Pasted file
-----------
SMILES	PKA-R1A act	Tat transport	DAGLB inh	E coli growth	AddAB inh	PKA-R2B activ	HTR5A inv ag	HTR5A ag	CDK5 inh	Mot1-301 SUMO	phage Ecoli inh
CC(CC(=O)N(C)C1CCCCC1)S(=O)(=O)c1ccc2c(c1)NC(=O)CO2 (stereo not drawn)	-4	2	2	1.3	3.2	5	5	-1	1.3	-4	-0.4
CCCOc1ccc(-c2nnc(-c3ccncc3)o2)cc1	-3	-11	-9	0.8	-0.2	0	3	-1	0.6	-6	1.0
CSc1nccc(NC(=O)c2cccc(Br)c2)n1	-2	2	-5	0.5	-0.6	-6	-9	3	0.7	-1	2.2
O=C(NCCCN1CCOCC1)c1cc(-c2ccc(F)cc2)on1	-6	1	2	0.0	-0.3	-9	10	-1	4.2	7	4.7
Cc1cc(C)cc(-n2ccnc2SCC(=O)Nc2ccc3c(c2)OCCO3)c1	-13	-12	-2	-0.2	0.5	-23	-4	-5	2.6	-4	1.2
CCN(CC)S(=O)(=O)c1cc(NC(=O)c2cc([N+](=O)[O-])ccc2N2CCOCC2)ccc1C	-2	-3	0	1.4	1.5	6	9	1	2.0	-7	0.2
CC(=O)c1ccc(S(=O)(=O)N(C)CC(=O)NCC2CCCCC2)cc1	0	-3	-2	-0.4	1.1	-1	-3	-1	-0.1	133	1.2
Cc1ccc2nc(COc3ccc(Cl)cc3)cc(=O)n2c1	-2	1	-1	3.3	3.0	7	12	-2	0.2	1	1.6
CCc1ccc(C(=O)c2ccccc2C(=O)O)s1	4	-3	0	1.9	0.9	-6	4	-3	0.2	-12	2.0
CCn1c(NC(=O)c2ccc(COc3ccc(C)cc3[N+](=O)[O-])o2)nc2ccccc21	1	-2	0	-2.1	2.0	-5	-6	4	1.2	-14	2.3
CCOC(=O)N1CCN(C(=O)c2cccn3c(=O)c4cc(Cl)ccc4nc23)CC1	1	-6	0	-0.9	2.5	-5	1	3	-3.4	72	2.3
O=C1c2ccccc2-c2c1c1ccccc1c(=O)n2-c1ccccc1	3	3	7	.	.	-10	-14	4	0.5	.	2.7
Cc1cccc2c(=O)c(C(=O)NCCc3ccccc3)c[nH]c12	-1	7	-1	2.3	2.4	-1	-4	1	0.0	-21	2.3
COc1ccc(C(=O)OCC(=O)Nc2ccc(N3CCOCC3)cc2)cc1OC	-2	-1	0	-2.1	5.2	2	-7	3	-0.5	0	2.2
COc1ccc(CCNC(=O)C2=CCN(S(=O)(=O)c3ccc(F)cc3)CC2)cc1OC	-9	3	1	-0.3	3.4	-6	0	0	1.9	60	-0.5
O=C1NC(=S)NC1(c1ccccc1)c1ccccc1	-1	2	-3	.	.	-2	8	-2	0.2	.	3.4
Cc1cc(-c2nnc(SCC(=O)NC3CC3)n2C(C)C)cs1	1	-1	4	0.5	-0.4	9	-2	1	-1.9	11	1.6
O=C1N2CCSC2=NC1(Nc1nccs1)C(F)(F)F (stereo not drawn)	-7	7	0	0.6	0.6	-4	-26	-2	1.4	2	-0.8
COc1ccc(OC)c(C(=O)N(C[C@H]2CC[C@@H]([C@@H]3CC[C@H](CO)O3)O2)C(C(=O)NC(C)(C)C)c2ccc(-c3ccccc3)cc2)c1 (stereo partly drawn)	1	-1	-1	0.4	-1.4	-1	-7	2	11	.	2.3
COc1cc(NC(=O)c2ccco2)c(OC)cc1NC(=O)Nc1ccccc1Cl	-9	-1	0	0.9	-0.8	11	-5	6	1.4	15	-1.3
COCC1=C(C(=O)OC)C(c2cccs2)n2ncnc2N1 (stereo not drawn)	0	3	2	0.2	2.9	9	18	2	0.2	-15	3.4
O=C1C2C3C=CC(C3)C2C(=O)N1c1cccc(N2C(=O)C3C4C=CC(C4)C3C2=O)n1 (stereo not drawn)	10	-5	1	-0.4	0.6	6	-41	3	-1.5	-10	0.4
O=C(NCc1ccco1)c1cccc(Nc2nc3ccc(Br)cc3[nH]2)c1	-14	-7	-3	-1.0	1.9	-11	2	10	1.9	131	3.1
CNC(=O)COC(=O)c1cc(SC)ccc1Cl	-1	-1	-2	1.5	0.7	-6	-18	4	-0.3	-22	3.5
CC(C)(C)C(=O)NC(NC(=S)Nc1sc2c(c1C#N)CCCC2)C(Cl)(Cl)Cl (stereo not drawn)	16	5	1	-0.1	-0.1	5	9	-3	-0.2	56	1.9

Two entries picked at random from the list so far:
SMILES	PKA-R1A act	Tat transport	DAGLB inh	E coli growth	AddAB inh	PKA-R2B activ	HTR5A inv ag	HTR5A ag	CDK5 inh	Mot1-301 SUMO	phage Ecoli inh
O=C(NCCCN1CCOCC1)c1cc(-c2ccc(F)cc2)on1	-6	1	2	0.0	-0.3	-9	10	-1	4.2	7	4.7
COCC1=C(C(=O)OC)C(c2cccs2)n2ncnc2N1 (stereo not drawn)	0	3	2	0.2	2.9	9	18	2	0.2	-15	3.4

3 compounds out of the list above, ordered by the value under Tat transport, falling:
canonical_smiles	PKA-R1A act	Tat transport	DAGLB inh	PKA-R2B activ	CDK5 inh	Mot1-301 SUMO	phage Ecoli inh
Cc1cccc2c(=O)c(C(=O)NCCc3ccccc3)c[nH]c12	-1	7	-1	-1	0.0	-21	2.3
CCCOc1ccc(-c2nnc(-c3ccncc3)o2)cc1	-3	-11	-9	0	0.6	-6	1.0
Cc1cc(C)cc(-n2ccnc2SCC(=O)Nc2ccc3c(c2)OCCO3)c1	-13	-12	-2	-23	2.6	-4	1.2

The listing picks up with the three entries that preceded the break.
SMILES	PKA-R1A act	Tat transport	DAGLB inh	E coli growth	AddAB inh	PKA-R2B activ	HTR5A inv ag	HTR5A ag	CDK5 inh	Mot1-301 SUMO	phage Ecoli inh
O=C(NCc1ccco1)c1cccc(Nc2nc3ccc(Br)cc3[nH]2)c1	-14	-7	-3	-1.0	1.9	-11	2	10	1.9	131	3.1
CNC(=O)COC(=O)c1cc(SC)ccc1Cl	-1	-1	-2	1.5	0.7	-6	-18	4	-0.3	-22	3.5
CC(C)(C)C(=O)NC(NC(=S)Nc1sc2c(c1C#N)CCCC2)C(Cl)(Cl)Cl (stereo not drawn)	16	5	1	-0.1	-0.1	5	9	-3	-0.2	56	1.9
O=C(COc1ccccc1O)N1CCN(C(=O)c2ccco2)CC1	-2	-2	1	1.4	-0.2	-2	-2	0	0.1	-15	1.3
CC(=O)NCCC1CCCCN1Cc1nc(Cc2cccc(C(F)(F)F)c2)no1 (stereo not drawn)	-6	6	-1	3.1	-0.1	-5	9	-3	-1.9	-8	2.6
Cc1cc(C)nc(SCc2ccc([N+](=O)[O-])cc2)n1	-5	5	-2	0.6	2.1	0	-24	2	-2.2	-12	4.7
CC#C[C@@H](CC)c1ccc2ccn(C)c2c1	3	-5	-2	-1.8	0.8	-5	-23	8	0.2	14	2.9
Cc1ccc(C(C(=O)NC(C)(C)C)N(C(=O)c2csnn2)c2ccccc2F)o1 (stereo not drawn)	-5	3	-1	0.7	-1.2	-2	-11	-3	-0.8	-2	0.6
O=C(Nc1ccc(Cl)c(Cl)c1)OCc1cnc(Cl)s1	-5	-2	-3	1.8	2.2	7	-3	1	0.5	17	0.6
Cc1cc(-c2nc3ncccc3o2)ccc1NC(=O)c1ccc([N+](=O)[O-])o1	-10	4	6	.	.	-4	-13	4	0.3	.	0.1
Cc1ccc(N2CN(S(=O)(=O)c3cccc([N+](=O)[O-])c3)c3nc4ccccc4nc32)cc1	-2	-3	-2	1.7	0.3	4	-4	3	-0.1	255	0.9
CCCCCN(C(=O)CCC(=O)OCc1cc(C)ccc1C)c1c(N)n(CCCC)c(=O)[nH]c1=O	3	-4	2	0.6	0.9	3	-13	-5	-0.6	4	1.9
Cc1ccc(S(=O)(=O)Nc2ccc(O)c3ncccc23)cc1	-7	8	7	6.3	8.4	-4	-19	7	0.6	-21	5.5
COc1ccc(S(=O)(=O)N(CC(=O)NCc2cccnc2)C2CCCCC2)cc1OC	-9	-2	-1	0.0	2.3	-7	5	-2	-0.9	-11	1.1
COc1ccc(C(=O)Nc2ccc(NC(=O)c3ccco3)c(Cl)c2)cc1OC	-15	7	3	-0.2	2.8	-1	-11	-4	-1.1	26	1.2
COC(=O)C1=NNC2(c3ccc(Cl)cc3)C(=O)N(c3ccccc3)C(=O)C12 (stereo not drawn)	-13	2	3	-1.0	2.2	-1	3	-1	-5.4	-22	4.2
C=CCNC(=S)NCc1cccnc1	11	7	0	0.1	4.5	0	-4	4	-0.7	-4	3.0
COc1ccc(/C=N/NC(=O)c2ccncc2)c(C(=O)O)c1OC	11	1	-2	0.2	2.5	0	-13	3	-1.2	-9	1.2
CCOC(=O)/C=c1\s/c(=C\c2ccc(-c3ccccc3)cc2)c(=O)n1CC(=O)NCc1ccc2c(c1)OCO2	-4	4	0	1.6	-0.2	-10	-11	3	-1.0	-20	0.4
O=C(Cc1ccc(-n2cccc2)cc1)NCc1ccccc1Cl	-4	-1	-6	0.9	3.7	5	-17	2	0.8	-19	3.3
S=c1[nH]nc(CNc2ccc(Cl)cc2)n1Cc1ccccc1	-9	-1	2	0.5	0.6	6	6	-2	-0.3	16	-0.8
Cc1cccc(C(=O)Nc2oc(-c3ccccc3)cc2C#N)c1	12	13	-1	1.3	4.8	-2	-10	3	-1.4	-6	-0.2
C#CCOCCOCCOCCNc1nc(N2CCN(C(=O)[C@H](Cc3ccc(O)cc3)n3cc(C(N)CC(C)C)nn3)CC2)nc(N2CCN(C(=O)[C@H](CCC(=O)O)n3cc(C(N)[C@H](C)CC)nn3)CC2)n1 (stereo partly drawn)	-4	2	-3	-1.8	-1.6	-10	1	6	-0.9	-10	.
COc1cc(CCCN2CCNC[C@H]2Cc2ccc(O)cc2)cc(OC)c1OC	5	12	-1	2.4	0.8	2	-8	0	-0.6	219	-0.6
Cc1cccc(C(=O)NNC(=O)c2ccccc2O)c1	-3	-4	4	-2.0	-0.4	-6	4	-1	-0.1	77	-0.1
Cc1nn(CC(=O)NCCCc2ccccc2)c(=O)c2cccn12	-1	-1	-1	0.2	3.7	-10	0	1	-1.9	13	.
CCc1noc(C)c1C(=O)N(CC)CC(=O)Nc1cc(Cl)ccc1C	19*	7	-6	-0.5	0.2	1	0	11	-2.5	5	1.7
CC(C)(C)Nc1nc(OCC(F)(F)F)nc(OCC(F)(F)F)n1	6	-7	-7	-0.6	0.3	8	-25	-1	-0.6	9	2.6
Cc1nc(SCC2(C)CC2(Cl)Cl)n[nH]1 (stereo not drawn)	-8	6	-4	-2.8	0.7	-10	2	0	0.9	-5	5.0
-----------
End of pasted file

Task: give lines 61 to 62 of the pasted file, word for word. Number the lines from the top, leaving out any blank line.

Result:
COc1cc(CCCN2CCNC[C@H]2Cc2ccc(O)cc2)cc(OC)c1OC	5	12	-1	2.4	0.8	2	-8	0	-0.6	219	-0.6
Cc1cccc(C(=O)NNC(=O)c2ccccc2O)c1	-3	-4	4	-2.0	-0.4	-6	4	-1	-0.1	77	-0.1